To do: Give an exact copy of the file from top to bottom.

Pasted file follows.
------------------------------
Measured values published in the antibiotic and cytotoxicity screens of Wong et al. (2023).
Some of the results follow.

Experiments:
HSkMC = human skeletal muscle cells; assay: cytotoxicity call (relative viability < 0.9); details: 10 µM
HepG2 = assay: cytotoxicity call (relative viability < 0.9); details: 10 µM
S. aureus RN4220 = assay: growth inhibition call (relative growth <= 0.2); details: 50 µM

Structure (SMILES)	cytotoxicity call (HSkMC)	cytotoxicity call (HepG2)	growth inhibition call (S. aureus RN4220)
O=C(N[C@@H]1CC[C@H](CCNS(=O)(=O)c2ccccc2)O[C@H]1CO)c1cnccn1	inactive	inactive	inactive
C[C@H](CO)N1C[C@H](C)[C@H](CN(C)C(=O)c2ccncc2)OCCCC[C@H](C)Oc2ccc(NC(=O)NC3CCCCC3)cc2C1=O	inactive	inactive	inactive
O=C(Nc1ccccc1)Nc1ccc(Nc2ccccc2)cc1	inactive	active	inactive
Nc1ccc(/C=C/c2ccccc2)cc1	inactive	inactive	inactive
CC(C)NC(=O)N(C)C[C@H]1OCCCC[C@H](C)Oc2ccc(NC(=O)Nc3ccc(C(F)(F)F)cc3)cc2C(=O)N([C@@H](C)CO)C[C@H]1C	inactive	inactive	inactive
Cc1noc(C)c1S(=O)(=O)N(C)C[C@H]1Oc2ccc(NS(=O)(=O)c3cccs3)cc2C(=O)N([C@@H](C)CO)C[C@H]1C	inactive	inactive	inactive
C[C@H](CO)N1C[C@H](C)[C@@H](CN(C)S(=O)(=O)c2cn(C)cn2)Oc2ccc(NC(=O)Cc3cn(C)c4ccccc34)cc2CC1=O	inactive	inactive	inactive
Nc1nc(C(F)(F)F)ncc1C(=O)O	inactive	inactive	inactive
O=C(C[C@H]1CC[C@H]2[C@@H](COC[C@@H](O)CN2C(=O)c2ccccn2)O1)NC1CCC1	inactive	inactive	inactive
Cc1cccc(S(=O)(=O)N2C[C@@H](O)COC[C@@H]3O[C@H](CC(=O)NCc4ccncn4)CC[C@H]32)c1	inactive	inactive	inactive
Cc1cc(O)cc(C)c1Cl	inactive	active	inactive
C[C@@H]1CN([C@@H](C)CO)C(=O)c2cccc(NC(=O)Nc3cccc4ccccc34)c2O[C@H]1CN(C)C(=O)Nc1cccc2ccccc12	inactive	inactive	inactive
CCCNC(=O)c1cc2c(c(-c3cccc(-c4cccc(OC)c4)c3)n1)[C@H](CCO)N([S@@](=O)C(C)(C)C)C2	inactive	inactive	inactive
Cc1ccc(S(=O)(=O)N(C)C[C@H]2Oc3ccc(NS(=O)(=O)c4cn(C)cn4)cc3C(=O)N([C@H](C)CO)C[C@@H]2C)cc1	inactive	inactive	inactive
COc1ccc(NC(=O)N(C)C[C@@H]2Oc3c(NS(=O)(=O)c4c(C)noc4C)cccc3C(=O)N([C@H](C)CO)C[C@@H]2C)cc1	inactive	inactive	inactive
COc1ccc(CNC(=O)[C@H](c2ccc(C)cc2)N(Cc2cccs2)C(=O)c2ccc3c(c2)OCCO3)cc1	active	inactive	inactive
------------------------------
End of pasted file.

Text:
Measured values published in the antibiotic and cytotoxicity screens of Wong et al. (2023).
Some of the results follow.

Experiments:
HSkMC = human skeletal muscle cells; assay: cytotoxicity call (relative viability < 0.9); details: 10 µM
HepG2 = assay: cytotoxicity call (relative viability < 0.9); details: 10 µM
S. aureus RN4220 = assay: growth inhibition call (relative growth <= 0.2); details: 50 µM

Structure (SMILES)	cytotoxicity call (HSkMC)	cytotoxicity call (HepG2)	growth inhibition call (S. aureus RN4220)
O=C(N[C@@H]1CC[C@H](CCNS(=O)(=O)c2ccccc2)O[C@H]1CO)c1cnccn1	inactive	inactive	inactive
C[C@H](CO)N1C[C@H](C)[C@H](CN(C)C(=O)c2ccncc2)OCCCC[C@H](C)Oc2ccc(NC(=O)NC3CCCCC3)cc2C1=O	inactive	inactive	inactive
O=C(Nc1ccccc1)Nc1ccc(Nc2ccccc2)cc1	inactive	active	inactive
Nc1ccc(/C=C/c2ccccc2)cc1	inactive	inactive	inactive
CC(C)NC(=O)N(C)C[C@H]1OCCCC[C@H](C)Oc2ccc(NC(=O)Nc3ccc(C(F)(F)F)cc3)cc2C(=O)N([C@@H](C)CO)C[C@H]1C	inactive	inactive	inactive
Cc1noc(C)c1S(=O)(=O)N(C)C[C@H]1Oc2ccc(NS(=O)(=O)c3cccs3)cc2C(=O)N([C@@H](C)CO)C[C@H]1C	inactive	inactive	inactive
C[C@H](CO)N1C[C@H](C)[C@@H](CN(C)S(=O)(=O)c2cn(C)cn2)Oc2ccc(NC(=O)Cc3cn(C)c4ccccc34)cc2CC1=O	inactive	inactive	inactive
Nc1nc(C(F)(F)F)ncc1C(=O)O	inactive	inactive	inactive
O=C(C[C@H]1CC[C@H]2[C@@H](COC[C@@H](O)CN2C(=O)c2ccccn2)O1)NC1CCC1	inactive	inactive	inactive
Cc1cccc(S(=O)(=O)N2C[C@@H](O)COC[C@@H]3O[C@H](CC(=O)NCc4ccncn4)CC[C@H]32)c1	inactive	inactive	inactive
Cc1cc(O)cc(C)c1Cl	inactive	active	inactive
C[C@@H]1CN([C@@H](C)CO)C(=O)c2cccc(NC(=O)Nc3cccc4ccccc34)c2O[C@H]1CN(C)C(=O)Nc1cccc2ccccc12	inactive	inactive	inactive
CCCNC(=O)c1cc2c(c(-c3cccc(-c4cccc(OC)c4)c3)n1)[C@H](CCO)N([S@@](=O)C(C)(C)C)C2	inactive	inactive	inactive
Cc1ccc(S(=O)(=O)N(C)C[C@H]2Oc3ccc(NS(=O)(=O)c4cn(C)cn4)cc3C(=O)N([C@H](C)CO)C[C@@H]2C)cc1	inactive	inactive	inactive
COc1ccc(NC(=O)N(C)C[C@@H]2Oc3c(NS(=O)(=O)c4c(C)noc4C)cccc3C(=O)N([C@H](C)CO)C[C@@H]2C)cc1	inactive	inactive	inactive
COc1ccc(CNC(=O)[C@H](c2ccc(C)cc2)N(Cc2cccs2)C(=O)c2ccc3c(c2)OCCO3)cc1	active	inactive	inactive